Should films on planes be censored?

“FLYING’S very dangerous. In 1987, there were 30 airline accidents; 211 were fatalities and 230 were definitely passengers.” When “Rain Man” was released in 1988, airlines edited this scene out of the film before showing it to passengers. The deleted segment was important to the plot—it explains why Raymond and Charlie drive cross-country rather than use more convenient modes of transport. Still, airlines’ squeamishness is hardly surprising. Despite Tom Cruise’s assurances that air travel is “the safest…in the world”, flyers prefer not to be reminded of the one-in-11m chance that they might die. To this day, airlines avoid playing the scene on shared screens. (Only Qantas allowed it to be shown: Raymond lists it as the only airline to have never crashed.)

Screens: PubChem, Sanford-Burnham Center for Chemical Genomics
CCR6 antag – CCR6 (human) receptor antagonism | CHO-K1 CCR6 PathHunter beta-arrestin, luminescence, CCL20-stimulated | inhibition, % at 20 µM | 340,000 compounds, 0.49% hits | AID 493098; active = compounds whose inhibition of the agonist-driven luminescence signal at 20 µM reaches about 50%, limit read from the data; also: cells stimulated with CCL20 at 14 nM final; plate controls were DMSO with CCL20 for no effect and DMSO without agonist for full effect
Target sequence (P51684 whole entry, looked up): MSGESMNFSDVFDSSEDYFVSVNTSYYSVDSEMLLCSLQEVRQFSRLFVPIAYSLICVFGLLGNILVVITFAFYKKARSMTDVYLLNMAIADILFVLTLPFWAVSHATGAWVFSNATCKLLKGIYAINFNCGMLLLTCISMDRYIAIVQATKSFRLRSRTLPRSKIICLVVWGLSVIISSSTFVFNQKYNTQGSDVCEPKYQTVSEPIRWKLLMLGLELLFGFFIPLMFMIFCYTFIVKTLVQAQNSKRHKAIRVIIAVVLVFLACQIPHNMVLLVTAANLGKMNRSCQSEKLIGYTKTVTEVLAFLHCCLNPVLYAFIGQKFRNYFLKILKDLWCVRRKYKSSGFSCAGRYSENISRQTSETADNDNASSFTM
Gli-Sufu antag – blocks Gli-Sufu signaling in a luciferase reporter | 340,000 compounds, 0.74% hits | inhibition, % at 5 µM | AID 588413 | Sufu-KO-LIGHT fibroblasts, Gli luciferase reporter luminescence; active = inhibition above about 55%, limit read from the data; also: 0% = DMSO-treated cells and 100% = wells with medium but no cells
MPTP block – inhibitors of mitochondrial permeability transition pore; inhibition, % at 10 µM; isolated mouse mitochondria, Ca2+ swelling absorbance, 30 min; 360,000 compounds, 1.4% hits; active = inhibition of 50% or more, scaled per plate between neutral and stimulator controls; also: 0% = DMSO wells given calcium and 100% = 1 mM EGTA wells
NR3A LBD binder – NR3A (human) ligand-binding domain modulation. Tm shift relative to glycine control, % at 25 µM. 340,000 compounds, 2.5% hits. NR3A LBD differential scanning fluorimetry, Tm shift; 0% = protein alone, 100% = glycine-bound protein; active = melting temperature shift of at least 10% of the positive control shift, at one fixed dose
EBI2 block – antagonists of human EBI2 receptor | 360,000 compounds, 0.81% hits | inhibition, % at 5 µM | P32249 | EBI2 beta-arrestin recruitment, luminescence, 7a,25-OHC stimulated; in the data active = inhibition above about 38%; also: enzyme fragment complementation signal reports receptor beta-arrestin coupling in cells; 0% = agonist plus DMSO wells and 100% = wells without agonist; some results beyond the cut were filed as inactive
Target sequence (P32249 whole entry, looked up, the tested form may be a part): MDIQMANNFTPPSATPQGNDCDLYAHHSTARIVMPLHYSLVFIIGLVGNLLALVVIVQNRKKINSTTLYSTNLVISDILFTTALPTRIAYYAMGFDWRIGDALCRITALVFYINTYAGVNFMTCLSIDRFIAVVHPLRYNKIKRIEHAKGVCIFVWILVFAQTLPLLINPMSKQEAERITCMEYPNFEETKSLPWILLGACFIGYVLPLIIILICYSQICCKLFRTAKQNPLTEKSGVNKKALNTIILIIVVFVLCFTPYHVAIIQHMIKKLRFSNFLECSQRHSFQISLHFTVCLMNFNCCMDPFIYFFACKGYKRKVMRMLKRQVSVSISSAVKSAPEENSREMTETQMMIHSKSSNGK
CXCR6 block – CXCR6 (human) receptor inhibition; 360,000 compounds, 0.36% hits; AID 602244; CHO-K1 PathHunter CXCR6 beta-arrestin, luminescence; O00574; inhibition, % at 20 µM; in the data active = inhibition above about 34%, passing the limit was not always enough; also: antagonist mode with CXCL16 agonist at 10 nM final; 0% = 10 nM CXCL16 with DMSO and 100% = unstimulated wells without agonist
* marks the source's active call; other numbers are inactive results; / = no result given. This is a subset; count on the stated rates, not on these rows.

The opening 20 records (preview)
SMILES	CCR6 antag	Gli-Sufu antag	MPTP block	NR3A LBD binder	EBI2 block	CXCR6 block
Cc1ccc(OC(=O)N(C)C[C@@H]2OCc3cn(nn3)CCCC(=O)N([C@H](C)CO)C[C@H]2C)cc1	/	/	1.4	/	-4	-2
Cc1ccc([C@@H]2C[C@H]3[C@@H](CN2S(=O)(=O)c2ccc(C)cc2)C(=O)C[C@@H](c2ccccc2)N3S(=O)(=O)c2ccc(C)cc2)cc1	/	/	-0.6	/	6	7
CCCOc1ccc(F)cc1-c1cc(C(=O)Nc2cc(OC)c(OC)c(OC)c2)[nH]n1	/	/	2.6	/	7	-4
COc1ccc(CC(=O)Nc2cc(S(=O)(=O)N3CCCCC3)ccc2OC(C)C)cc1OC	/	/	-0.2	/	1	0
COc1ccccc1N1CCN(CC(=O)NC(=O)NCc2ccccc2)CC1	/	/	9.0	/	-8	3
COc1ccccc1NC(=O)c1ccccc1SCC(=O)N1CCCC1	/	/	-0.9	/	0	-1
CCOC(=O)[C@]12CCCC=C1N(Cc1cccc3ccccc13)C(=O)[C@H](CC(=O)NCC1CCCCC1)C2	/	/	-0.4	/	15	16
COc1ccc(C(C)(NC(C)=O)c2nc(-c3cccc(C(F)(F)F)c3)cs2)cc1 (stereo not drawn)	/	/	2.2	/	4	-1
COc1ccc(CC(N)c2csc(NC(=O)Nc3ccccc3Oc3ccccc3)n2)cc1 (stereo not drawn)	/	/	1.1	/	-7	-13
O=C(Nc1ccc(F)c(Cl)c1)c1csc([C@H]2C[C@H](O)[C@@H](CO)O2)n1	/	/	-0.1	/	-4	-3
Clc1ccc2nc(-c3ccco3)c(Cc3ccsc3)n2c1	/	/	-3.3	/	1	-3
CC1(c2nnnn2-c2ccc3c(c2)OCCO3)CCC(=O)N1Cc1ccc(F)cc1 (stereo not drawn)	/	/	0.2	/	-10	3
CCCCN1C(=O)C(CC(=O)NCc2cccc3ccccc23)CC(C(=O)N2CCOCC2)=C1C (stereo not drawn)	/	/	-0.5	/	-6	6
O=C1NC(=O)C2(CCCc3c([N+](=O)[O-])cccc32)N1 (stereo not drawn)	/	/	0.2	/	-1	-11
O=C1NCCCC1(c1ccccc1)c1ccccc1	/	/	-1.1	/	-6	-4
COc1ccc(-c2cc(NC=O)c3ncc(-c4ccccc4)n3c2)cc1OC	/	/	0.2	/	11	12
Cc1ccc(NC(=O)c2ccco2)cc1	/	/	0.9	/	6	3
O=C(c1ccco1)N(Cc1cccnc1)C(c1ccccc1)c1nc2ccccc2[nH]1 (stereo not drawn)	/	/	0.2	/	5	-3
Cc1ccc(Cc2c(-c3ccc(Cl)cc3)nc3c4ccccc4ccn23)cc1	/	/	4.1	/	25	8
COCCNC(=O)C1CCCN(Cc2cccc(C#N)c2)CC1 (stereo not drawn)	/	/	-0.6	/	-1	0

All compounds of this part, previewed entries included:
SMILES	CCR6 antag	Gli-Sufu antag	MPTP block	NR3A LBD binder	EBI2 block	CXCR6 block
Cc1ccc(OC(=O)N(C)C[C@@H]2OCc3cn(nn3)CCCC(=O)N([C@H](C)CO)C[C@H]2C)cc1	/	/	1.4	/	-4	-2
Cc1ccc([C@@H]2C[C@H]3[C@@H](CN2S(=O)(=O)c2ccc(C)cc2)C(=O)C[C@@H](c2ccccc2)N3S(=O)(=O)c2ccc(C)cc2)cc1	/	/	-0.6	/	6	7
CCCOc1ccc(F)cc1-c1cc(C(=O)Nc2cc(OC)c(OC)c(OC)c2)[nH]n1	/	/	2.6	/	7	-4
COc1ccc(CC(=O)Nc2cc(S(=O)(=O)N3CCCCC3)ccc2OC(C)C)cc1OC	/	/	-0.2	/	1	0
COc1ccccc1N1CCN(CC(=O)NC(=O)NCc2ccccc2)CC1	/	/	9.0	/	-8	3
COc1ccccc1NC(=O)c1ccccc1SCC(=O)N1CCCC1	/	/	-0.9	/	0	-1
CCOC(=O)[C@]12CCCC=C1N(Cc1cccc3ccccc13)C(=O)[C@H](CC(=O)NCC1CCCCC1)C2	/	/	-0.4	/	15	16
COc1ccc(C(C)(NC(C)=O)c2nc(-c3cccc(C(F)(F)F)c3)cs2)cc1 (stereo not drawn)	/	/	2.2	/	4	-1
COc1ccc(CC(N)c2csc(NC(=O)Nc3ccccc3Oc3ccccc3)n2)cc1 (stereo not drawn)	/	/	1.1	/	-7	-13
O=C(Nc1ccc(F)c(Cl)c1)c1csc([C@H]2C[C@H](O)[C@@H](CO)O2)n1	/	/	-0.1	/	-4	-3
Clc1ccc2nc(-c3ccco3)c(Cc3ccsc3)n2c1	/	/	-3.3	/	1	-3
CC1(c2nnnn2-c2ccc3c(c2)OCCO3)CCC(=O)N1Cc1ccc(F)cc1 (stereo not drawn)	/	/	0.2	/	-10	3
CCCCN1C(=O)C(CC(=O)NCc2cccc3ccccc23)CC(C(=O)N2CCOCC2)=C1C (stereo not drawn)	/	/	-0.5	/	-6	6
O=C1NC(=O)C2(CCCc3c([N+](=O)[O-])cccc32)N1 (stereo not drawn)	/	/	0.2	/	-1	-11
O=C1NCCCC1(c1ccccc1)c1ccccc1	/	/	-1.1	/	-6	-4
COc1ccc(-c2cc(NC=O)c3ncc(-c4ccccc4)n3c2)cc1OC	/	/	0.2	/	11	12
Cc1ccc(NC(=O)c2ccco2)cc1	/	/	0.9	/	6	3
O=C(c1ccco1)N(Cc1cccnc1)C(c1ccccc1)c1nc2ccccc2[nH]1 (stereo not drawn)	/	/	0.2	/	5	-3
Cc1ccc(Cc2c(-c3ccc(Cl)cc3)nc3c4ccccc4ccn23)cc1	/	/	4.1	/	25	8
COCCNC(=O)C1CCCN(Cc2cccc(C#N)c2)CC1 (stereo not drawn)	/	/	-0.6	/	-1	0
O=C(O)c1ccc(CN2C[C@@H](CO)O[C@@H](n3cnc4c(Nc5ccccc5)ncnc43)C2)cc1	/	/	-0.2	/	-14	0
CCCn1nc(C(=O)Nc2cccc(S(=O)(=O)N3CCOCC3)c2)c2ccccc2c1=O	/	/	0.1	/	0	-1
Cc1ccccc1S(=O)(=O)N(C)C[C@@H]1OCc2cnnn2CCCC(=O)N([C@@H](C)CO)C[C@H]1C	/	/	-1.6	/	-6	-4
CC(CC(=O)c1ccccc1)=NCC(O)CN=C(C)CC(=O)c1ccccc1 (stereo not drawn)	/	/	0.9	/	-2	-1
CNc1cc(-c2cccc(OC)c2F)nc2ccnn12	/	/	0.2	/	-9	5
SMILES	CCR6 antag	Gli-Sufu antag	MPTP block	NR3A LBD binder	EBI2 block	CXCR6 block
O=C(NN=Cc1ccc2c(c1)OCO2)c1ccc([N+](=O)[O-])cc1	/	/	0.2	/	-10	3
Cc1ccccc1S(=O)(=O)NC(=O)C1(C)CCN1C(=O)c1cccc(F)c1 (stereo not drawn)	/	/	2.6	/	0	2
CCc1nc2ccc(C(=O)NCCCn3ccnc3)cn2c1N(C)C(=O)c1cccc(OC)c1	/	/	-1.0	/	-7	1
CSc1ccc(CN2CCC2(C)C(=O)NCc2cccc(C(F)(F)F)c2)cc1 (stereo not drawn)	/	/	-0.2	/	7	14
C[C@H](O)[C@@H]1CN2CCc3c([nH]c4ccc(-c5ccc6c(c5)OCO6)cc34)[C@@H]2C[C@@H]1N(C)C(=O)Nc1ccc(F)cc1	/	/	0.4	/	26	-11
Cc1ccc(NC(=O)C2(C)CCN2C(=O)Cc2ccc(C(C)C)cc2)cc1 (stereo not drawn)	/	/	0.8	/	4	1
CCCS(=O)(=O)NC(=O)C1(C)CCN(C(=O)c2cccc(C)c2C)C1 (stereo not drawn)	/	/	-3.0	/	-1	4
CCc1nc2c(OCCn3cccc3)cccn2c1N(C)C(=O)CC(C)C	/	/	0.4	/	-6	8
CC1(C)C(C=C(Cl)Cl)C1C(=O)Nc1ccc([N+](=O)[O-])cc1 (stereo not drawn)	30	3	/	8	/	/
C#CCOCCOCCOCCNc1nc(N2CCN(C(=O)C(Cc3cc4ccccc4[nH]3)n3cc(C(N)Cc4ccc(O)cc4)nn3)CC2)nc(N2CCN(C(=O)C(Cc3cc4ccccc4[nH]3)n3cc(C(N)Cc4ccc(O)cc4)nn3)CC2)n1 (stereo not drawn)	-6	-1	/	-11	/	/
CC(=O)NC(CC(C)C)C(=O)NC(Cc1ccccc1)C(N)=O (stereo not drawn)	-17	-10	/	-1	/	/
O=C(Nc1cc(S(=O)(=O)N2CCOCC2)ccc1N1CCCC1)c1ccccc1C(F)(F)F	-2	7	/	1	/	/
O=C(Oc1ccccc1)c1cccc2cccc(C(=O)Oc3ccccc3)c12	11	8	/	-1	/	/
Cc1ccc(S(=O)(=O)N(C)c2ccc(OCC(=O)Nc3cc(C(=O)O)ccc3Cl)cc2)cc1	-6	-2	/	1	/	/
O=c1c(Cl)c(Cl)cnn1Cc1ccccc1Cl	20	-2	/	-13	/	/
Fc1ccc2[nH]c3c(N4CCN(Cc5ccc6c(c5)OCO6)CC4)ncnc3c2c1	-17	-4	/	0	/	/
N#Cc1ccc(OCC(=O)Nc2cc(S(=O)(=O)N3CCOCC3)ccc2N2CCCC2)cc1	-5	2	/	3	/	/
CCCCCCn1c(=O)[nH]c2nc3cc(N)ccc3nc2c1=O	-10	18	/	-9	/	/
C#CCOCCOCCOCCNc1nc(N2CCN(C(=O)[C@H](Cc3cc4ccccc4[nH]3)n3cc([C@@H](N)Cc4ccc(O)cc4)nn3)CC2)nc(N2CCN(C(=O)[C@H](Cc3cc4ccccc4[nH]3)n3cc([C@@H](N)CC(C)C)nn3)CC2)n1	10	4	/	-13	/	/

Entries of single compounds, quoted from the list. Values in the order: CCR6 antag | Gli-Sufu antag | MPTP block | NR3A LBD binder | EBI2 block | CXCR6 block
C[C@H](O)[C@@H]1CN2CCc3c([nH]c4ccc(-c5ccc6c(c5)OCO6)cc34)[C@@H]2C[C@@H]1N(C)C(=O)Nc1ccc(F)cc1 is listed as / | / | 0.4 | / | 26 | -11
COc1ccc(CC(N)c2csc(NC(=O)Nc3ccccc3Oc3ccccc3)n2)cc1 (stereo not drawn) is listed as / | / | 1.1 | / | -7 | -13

If aeroplane-disaster flicks such as “Sully” (2016, pictured above) and “Flight” (2012) are obviously unsuitable for in-flight entertainment, what do carriers look for when offering a film? On short-haul flights with shared screens, the goal is to find something that might appeal to everybody. That is a tough task. In his book on censorship, Michael Cornick argues that “terrorism, nudity or sex…Continue reading

from Business and finance


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